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Bevacizumab Trials Continue To Be Encouraging

Attendees at the 2015 World Conference on Lung Cancer, held September 6th through 9th in Denver, Colorado, were treated to some encouraging news from French scientists working on a phase II/III MAPS trial of using Bevacizumab in combination with pemetrexed and cisplatin in the treatment of patients with malignant pleural mesothelioma. According to lead author Arnaud Scherpereel, MD, PhD, head of the Pulmonary and Thoracic Oncology Department and professor at the University Hospital (CHU) of Lille, France, the triplet approach has been shown to reduce the risk of death by nearly 25 percent, and has slowed disease progression significantly.

“The treatment of pemetrexed, cisplatin and bevacizumab is a new treatment paradigm for patients with malignant pleural mesothelioma,” said Scherpereel in a press conference at the meeting. He added that the addition of the new drug had been associated with “only a slight, manageable increase in toxicity.” Bevacizumab is an angiogenesis inhibitor, and the group’s tests have shown that its use in combination with the standard cisplatin/pemetrexed treatment has extended overall survival in patients by more than two months. Patients treated with the standard protocol had a median overall survival of 16.1 months, while those who were given the additional third medication had a median overall survival of 18.8 months. Disease progression time improved by 39 percent from 7.48 months in the standard protocol group to 9.59 months in the group that received the bevacizumab.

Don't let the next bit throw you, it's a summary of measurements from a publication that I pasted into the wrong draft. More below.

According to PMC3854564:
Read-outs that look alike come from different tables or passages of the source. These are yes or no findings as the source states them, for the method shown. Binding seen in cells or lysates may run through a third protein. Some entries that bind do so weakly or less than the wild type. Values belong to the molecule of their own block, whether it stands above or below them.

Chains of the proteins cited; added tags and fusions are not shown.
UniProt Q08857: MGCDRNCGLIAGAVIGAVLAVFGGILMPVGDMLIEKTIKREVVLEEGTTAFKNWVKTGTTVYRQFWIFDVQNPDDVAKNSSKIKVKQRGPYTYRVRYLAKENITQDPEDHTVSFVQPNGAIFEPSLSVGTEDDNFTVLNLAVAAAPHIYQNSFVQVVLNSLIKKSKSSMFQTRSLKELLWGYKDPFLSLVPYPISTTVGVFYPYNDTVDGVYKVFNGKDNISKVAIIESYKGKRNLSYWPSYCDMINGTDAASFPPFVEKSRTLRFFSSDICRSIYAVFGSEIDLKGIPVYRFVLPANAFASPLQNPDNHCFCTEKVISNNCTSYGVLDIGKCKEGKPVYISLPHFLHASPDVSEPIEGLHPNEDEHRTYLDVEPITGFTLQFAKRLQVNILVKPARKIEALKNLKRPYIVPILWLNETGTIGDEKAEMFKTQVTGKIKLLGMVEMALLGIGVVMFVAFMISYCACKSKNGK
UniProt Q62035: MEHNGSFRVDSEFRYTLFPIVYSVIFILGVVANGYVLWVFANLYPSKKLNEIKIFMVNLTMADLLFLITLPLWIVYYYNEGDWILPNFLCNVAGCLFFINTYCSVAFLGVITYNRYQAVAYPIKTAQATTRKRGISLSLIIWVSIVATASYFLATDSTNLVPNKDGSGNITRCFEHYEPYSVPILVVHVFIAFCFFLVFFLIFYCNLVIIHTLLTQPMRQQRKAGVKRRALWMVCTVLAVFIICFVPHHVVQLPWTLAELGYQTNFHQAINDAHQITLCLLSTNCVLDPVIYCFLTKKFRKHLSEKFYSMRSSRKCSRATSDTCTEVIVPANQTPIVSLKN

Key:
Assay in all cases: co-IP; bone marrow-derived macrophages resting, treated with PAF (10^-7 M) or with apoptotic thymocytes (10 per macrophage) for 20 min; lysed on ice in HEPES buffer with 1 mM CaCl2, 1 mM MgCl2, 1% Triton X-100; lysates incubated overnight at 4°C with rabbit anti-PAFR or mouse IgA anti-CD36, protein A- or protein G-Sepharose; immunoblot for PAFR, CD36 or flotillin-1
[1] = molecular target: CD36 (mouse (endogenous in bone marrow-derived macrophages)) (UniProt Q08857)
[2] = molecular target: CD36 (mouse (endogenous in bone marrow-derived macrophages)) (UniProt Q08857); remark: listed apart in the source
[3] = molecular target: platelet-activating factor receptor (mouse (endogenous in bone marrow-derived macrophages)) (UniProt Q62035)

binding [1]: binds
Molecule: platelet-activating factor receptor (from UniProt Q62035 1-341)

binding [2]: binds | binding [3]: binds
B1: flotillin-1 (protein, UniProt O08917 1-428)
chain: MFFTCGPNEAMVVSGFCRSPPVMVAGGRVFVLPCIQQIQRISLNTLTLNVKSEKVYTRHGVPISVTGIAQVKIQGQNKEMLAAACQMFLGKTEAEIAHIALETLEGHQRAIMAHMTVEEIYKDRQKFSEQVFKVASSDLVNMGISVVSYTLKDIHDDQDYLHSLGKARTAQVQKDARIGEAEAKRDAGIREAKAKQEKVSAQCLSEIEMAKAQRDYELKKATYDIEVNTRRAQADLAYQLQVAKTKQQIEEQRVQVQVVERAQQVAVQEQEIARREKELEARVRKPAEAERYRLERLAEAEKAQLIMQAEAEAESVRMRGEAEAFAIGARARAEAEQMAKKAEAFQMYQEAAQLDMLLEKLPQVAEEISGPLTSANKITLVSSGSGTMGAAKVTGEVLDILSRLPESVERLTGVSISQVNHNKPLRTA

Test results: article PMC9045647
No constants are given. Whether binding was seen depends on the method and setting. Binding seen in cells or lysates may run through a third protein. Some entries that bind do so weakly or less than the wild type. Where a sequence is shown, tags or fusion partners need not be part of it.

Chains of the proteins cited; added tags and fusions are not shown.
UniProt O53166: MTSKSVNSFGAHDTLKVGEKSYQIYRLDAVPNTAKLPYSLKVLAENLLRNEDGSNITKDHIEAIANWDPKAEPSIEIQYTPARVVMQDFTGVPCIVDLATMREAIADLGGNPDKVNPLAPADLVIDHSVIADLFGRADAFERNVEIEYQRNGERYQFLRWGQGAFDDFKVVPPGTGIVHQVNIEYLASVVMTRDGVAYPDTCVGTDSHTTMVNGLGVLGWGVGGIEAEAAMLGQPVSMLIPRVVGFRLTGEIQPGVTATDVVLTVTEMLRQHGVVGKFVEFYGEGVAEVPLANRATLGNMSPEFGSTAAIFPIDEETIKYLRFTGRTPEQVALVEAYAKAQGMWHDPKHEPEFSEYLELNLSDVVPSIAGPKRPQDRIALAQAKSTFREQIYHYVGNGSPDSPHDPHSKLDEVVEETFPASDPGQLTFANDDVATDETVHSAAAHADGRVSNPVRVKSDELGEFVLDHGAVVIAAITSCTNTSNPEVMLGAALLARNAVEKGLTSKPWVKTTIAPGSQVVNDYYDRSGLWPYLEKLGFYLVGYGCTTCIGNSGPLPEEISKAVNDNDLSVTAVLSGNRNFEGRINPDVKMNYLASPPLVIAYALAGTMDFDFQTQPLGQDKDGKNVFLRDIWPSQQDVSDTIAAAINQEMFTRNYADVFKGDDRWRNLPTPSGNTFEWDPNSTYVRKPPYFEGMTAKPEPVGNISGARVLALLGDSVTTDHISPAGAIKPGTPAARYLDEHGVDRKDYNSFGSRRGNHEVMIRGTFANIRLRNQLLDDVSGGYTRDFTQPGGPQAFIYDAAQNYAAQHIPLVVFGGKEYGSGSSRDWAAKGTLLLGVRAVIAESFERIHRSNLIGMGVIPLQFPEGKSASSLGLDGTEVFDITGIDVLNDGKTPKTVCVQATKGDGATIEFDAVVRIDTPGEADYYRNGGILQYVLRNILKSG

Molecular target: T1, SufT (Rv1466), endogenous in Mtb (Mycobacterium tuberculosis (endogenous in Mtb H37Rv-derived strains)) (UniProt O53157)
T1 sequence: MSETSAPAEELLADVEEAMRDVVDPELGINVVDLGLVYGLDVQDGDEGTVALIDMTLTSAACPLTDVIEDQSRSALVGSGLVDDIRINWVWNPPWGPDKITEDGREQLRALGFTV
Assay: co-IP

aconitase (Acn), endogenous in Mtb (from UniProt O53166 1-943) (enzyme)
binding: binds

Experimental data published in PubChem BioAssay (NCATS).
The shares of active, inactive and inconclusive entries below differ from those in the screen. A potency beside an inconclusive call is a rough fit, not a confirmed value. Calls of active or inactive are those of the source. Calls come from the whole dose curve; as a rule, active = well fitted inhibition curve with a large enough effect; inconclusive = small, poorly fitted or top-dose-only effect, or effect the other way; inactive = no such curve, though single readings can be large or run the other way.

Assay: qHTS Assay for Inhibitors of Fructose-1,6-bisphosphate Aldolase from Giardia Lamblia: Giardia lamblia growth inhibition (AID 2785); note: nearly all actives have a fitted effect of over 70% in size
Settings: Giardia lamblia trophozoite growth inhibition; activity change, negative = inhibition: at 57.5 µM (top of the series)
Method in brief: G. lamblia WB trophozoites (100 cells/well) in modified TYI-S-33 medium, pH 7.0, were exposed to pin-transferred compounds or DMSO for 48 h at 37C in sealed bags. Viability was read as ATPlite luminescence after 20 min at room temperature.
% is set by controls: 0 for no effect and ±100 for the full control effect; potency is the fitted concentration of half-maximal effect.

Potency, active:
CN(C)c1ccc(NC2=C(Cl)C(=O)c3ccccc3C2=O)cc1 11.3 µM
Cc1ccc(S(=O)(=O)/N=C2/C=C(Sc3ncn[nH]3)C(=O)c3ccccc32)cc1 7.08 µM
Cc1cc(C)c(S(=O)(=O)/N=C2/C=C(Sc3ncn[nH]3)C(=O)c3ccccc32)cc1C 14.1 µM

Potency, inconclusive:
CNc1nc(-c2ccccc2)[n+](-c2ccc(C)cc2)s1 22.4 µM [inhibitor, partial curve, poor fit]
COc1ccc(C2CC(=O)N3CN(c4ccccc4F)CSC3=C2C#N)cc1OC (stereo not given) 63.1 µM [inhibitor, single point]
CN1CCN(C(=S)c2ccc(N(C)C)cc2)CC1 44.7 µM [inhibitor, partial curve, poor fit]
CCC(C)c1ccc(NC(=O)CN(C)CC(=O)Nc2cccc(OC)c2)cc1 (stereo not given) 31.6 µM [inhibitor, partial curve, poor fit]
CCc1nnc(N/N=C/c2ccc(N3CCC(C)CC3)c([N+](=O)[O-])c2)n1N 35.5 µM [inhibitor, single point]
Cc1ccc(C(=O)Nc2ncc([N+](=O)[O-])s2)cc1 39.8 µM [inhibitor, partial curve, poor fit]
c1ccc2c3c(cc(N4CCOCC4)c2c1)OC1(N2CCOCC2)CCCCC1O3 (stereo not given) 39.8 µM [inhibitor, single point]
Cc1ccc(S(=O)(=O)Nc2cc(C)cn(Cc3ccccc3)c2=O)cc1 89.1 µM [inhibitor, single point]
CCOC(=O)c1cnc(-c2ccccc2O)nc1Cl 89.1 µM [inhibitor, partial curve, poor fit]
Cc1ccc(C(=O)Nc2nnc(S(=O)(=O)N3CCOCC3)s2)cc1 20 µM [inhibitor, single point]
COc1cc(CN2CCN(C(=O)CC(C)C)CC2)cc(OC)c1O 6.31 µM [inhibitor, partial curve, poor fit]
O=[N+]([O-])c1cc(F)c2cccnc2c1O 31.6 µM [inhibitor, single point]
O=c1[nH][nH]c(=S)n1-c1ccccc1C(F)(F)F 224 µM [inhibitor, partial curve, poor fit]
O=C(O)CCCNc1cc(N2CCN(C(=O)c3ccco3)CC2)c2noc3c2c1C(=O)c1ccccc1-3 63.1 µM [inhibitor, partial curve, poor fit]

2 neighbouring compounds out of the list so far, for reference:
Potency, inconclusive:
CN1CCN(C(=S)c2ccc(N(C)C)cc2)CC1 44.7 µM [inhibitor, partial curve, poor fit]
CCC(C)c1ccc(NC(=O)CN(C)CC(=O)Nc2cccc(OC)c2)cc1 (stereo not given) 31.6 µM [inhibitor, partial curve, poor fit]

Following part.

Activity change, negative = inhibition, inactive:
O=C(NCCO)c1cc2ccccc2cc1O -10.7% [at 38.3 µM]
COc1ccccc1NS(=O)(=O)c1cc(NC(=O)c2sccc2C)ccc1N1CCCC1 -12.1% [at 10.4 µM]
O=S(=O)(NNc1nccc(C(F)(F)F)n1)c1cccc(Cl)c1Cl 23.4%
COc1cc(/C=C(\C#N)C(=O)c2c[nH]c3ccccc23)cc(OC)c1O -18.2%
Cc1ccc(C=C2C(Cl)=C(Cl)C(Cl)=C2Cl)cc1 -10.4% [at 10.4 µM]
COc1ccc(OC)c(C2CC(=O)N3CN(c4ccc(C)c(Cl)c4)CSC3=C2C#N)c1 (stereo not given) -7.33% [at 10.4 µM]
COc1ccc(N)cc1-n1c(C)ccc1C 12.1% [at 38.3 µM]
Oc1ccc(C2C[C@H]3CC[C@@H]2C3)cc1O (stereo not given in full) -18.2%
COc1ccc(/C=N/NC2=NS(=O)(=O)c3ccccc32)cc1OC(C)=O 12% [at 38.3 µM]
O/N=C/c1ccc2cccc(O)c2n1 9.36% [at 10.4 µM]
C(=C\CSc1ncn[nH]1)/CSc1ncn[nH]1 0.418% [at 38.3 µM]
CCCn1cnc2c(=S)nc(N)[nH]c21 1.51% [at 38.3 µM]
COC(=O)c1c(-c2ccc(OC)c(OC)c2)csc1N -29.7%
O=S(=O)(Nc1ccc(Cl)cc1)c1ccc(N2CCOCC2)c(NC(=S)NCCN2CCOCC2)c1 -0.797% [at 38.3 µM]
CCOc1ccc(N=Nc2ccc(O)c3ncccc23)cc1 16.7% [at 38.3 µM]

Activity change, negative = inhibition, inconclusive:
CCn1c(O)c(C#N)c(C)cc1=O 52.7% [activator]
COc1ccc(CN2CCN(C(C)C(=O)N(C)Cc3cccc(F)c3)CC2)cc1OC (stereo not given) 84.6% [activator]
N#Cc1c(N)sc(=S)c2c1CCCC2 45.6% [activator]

All of the 448 patients enrolled in the study had never received chemotherapy and were diagnosed with unresectable malignant pleural mesothelioma at roughly the same stage. No patients with brain metastases were permitted in the study, and all received radiotherapy prior to the start of chemotherapy. They were treated for six 21-day cycles, with the group that was given bevacizumab receiving an additional maintenance dose of the medication until they reached a level of unacceptable toxicity or their disease began to progress again. All were assessed at 39.4 months.

According to Philip Bonomi, M.D., and professor of medical oncology at Rush University Medical Center in Chicago, “These are very exciting data and I hope it becomes the standard of care.”

Though Dr. Scherpereel noted that both study groups in the trial exhibited longer overall survival times than in previous studies, “bevacizumab did better.”

Terri Oppenheimer

Terri Oppenheimer is an independent writer, editor and proofreader. She graduated from the College of William and Mary with a degree in English. Her dreams of a writing career were diverted by a need to pay her bills. She spent a few years providing copy for a major retailer, then landed a lucrative career in advertising sales. With college bills for all three of her kids paid, she left corporate America for a return to her original goal of writing. She specializes in providing content for websites and finds tremendous enjoyment in the things she learns while doing her research. Her specific areas of interest include health and fitness, medical research, and the law.

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